Nissan Brings New US Assembled 2013 LEAF to Market with Major Price Reduction

2013 Nissan LEAF

  • Addition of a new LEAF S trim level lowers entry price by more than $6,000, or 18 percent
  • Available federal and state incentives can bring price down to less than $19,000
  • Improved energy efficiency, faster charging times and greater customer choice headline 2013 model year improvements

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Minivans of the Future Appear in Detroit

Two very different visions of the future of the minivan made are on display at the 2012 North American International Auto show.

The Nissan e-NV200 combines the battery-powered drivetrain of the Nissan Leaf with the platform of the company’s small conventional van that will be serving as New York City’s “Taxi of Tomorrow” starting in 2013.

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Nissan LEAF Power System Named to Ward’s ’10 Best Engines’

100% electric drive system is first zero-emission winner in award’s history

Ward’s today announced that Nissan LEAF’s 100-percent electric, zero-emission drive system is included on its prestigious ’10 Best Engines’ list for 2011. It is the first time in the 17-year history of the magazine’s ’10 Best Engines’ that the selection committee has chosen a power system which doesn’t have an engine and will never burn a drop of gasoline.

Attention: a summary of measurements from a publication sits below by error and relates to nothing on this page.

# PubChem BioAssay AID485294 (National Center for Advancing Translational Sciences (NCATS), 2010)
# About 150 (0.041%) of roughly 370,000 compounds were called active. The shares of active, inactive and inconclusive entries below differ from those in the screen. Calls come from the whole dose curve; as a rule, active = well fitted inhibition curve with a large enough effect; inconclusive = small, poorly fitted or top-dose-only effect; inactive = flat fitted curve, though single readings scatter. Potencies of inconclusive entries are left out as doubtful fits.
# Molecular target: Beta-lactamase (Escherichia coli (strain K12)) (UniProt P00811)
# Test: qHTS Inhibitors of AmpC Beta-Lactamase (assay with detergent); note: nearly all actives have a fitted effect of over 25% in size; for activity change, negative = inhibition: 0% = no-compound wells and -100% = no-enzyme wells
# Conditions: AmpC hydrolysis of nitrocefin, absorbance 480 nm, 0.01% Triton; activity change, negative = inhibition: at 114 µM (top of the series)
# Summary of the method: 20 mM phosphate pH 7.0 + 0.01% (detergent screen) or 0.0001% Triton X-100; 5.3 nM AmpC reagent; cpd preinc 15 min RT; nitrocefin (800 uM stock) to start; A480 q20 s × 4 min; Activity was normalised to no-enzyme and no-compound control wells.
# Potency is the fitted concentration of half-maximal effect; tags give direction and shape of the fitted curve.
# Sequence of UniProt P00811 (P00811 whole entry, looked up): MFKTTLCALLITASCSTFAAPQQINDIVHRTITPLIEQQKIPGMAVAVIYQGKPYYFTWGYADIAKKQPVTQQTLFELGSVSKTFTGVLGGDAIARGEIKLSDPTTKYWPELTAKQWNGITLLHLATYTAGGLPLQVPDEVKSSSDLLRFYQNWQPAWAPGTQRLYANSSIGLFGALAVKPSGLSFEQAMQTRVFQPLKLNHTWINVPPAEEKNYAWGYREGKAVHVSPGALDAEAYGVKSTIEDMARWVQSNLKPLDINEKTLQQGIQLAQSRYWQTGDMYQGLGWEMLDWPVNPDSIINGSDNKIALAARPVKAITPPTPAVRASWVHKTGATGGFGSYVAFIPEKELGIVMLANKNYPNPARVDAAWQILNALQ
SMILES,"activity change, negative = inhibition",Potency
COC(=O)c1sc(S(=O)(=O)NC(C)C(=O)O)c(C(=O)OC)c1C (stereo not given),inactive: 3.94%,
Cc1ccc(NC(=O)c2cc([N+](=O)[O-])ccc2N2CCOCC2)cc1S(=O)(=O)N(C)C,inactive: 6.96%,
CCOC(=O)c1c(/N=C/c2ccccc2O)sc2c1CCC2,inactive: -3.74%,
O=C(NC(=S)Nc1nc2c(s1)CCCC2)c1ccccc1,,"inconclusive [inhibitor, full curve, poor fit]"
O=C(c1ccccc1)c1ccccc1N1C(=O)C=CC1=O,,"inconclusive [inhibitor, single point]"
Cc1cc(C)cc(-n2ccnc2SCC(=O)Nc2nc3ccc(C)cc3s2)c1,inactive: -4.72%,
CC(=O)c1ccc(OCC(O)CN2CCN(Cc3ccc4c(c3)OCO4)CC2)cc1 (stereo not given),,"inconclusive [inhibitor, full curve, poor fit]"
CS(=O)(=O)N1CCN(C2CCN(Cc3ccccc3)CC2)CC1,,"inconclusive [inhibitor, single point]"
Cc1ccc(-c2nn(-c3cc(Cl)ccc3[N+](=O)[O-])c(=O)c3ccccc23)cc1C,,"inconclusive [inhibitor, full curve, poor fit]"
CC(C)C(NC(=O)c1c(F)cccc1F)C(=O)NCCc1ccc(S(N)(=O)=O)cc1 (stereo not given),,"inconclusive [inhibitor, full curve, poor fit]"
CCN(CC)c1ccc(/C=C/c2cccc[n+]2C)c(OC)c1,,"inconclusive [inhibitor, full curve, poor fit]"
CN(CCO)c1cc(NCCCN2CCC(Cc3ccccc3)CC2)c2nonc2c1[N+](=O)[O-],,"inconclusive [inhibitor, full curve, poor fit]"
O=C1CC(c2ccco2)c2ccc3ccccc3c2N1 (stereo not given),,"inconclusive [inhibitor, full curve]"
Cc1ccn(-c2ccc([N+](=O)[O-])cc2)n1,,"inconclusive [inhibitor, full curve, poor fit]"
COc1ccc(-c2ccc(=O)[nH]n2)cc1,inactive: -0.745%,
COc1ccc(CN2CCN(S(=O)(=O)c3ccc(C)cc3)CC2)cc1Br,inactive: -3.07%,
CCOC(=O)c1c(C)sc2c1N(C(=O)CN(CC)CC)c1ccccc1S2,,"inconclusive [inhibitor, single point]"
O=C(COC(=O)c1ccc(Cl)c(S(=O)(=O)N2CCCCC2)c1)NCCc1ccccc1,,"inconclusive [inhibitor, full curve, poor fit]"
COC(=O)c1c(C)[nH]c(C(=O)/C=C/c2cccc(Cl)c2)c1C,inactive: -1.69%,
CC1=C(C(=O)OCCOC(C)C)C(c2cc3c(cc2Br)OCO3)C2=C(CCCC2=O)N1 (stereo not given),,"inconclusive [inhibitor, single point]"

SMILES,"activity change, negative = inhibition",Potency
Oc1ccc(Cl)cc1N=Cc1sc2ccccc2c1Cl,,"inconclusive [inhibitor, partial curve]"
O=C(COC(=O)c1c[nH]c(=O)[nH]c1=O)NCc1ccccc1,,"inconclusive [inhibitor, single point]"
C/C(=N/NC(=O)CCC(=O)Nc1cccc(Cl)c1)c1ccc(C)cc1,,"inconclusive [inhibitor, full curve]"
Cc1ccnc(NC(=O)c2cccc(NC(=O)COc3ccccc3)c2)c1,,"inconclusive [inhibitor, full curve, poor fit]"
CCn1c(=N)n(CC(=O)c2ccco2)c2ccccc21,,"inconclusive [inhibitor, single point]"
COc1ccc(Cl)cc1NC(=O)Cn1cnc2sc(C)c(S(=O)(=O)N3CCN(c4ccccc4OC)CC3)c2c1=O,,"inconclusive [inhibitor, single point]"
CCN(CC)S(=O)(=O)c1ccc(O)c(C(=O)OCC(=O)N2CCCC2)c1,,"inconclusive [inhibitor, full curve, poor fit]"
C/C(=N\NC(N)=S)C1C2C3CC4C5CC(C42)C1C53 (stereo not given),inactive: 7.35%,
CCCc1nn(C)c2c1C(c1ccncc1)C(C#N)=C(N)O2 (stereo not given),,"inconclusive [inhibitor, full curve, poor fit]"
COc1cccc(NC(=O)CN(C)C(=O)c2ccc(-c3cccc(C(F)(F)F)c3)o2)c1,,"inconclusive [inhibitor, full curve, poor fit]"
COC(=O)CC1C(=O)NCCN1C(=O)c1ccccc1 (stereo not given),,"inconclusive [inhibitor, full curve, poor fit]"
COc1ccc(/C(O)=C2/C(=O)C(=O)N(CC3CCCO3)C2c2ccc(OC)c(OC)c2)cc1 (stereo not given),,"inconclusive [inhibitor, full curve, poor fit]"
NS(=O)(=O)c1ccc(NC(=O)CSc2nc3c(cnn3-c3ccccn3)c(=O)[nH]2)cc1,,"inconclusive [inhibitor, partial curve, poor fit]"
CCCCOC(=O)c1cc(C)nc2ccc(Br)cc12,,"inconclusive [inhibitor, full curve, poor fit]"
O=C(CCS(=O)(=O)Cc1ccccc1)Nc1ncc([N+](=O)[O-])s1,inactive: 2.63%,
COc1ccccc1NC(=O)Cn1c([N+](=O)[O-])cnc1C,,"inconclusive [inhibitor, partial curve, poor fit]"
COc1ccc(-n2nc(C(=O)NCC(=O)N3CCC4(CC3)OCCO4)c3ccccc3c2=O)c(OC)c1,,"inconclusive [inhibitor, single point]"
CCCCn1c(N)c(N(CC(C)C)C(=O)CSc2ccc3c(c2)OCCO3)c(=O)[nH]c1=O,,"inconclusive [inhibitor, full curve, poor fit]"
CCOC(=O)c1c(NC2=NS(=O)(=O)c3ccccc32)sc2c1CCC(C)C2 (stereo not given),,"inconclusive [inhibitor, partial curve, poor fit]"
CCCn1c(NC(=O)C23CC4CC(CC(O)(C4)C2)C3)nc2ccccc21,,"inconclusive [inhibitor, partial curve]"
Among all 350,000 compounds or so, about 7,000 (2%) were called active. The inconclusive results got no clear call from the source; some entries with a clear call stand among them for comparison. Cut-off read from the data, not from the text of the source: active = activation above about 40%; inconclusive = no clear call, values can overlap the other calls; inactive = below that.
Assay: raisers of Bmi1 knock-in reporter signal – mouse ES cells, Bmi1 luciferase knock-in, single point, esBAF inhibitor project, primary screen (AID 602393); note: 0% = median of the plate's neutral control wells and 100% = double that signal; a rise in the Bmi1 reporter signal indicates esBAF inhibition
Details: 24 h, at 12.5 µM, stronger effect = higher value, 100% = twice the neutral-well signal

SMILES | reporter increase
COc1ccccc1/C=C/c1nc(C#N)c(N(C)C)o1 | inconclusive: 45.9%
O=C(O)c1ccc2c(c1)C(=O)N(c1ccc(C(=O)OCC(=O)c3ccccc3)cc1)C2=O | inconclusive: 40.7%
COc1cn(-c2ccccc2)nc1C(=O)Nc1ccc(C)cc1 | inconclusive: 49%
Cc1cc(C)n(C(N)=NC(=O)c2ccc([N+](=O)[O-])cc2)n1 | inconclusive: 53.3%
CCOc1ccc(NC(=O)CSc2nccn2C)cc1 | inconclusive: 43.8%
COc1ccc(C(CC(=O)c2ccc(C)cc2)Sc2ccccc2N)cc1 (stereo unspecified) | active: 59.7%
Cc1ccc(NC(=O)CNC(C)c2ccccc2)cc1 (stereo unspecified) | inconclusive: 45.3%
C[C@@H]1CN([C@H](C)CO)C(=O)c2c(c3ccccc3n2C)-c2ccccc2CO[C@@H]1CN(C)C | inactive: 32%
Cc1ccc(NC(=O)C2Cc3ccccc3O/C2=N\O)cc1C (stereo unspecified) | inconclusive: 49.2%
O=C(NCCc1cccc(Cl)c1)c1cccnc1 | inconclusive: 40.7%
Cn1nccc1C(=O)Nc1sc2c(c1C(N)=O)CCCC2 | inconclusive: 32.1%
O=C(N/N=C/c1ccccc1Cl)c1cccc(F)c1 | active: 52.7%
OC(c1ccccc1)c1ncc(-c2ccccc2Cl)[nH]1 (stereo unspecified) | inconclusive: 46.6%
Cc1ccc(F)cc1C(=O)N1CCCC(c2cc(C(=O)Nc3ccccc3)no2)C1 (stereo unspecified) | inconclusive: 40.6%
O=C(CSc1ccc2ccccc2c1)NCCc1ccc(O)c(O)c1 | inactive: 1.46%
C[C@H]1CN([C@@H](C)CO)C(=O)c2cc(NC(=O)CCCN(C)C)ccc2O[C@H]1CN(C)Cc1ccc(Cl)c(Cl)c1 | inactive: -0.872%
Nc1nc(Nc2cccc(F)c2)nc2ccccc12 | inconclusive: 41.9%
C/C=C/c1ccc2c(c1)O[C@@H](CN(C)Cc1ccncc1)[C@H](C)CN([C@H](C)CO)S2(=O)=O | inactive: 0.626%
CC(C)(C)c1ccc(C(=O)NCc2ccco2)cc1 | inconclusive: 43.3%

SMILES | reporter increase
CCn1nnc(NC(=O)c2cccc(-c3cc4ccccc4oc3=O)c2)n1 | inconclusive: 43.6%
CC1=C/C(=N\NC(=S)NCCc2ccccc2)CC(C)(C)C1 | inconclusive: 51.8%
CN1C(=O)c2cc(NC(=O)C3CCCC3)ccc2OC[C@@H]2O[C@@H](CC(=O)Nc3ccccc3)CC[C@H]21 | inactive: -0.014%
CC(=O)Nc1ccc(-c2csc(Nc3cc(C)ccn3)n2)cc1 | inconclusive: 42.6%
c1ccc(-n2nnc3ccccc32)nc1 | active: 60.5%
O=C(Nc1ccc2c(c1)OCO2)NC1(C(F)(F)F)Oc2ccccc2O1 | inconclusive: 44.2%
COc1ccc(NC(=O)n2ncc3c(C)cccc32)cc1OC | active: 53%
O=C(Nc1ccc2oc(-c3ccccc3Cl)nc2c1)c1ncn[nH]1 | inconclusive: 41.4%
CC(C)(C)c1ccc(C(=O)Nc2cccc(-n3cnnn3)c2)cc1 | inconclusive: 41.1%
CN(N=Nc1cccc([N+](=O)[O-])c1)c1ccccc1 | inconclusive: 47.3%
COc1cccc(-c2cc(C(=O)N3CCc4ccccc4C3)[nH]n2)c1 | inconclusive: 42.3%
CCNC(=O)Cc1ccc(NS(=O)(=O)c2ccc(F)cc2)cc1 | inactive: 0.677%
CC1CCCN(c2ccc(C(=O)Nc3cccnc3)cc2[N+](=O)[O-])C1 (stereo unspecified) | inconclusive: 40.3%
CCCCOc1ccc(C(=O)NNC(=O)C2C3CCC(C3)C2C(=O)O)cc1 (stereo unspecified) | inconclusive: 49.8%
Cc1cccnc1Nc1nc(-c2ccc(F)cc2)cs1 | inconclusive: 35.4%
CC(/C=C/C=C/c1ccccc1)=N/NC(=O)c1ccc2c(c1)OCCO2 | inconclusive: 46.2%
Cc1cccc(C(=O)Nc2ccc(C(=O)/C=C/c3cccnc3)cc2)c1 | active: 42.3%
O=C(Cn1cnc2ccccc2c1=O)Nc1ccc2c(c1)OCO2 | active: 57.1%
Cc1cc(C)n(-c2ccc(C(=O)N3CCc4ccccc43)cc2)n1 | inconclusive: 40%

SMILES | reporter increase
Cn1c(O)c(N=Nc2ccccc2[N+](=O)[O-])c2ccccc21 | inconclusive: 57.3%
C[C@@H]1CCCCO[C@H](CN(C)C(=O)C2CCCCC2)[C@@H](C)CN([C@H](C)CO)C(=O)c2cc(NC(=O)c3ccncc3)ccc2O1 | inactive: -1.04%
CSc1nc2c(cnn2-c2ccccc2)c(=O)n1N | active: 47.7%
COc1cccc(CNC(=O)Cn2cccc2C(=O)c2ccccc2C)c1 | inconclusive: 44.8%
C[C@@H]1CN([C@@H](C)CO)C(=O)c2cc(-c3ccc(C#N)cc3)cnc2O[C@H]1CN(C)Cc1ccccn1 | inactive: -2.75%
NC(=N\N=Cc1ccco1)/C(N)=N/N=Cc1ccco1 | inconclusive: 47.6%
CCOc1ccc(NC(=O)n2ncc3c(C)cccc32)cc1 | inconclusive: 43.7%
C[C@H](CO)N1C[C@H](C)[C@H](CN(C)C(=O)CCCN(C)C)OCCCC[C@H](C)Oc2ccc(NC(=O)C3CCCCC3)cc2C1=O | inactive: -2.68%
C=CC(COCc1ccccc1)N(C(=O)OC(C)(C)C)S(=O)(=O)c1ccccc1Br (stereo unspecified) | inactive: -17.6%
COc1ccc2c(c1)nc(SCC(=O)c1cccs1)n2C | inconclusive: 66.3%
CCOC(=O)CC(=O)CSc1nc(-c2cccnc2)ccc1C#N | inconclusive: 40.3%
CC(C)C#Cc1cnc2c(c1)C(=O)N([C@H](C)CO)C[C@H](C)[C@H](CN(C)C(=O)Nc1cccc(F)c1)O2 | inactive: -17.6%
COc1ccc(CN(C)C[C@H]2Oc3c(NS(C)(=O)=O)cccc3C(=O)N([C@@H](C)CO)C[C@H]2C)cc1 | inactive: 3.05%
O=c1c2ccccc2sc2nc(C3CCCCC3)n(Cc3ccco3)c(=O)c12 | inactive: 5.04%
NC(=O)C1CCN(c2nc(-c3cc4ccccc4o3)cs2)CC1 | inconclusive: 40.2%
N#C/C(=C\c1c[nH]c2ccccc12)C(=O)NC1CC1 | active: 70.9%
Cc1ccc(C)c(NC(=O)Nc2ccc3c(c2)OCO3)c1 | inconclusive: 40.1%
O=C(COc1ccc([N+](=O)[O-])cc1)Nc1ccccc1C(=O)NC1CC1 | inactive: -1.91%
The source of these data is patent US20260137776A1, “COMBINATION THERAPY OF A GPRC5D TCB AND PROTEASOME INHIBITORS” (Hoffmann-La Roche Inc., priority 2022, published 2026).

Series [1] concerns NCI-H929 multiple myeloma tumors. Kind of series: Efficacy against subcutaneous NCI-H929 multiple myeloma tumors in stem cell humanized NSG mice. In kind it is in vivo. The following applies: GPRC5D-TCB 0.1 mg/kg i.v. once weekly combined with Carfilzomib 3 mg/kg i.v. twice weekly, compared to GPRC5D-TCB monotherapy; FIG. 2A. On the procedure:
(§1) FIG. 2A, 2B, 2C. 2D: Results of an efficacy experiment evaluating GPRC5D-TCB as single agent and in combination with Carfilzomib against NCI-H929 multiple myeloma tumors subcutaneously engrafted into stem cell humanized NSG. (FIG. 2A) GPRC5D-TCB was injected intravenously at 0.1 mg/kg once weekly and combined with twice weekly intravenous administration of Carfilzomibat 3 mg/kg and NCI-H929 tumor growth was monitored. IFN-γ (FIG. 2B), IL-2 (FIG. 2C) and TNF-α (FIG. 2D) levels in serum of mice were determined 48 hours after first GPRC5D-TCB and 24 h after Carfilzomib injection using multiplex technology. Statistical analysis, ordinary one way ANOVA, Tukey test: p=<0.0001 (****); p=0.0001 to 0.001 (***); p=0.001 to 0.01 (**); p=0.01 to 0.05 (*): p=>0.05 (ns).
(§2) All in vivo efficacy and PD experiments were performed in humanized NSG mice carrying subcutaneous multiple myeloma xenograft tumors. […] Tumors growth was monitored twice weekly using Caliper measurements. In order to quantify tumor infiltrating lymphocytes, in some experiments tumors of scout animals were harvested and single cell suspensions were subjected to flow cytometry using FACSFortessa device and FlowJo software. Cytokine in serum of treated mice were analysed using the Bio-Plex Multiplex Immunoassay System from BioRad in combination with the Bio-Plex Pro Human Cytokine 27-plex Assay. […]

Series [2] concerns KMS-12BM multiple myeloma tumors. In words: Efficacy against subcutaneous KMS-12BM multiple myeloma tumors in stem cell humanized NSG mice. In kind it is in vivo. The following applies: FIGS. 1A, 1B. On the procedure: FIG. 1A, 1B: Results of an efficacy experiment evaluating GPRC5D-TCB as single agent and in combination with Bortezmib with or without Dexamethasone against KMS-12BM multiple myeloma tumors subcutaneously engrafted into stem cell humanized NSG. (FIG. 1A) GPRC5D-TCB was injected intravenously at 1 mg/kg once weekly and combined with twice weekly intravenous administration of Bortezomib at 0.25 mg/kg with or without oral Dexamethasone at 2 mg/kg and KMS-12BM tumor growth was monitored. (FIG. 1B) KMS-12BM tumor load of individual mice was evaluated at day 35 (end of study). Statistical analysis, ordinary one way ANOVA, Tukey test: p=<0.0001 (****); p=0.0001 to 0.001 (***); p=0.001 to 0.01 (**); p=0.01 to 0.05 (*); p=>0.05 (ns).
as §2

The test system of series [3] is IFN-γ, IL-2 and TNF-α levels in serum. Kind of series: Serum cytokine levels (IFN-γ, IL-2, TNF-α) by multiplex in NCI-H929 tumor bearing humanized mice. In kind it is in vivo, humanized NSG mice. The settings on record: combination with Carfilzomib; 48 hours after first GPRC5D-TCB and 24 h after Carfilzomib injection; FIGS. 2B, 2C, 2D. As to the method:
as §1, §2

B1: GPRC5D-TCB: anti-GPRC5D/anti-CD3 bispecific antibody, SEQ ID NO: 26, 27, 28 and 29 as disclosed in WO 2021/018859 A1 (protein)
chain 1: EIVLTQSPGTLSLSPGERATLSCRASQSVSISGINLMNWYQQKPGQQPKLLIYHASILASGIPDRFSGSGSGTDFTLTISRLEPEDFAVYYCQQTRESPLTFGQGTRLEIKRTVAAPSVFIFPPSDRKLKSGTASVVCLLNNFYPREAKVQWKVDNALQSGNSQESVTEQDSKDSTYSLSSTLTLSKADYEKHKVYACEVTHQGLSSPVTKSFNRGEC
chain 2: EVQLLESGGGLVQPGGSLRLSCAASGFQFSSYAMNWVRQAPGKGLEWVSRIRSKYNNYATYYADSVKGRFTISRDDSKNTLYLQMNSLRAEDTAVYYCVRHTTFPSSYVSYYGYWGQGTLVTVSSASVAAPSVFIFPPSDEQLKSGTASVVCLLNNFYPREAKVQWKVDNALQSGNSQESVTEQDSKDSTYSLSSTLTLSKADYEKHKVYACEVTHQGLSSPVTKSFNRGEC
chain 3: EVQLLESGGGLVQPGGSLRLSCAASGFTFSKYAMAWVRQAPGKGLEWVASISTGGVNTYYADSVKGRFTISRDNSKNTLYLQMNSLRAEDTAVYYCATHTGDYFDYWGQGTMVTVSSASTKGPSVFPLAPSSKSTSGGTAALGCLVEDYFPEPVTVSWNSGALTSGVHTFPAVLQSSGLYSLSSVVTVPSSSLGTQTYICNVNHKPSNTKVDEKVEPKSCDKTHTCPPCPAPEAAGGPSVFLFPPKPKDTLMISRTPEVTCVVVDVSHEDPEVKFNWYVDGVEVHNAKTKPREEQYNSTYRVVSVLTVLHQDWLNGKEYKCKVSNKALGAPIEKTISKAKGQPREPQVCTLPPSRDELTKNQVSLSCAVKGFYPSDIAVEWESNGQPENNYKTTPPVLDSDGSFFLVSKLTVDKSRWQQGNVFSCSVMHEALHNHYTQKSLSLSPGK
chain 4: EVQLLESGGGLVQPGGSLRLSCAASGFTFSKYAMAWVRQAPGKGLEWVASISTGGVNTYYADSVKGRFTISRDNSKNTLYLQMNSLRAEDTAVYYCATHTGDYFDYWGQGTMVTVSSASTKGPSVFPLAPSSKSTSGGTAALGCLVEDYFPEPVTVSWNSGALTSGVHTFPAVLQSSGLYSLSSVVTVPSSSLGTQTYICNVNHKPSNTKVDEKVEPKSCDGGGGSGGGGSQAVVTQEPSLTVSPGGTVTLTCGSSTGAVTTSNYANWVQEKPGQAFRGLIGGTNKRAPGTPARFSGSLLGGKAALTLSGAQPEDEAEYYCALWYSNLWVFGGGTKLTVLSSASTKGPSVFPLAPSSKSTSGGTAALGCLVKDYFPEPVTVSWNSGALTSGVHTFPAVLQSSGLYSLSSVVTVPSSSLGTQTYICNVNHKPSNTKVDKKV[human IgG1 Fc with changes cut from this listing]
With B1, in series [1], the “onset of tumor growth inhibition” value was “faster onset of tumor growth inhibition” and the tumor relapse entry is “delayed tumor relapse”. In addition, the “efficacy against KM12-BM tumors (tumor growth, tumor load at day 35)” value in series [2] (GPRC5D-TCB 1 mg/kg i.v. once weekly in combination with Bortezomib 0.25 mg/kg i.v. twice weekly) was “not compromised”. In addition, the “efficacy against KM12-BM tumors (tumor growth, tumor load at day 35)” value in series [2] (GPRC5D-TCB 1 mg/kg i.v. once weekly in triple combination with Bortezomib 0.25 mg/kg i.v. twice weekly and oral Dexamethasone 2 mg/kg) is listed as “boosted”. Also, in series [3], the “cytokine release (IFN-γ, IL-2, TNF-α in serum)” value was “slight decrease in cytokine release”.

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The Case of the Nissan Leaf’s Unexpected Sticker

Two federal agencies say they know how far the new Nissan Leaf will go on a fully charged battery. They just don’t agree.

A few weeks before the Nissan Leaf is delivered to buyers, the Environmental Protection Agency, which approves the fuel economy stickers that go in the window of every new car, says it will go 73 miles. The Federal Trade Commission says the correct number is 96 to 110. (These range numbers, it’s worth pointing out, are distinct from the fuel economy numbers that Nick Bunkley recently wrote about in The New York Times.)
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The $41,000 Question: Is the Chevy Volt Worth the Money?

General Motors, after announcing on Tuesday that the Chevrolet Volt plug-in hybrid car would cost $41,000, was unfazed by inevitable comparisons to the Nissan Leaf, a battery electric car that will arrive in select markets at the end of the year, around the same time as the Volt. At $32,780, the Leaf is far less expensive.

“Honestly, they’re two different vehicles,” said Dave Darovitz, a G.M. spokesman. “One is range limited, and the other one offers 40 miles of gas-free driving and then a further 300 miles of travel.”
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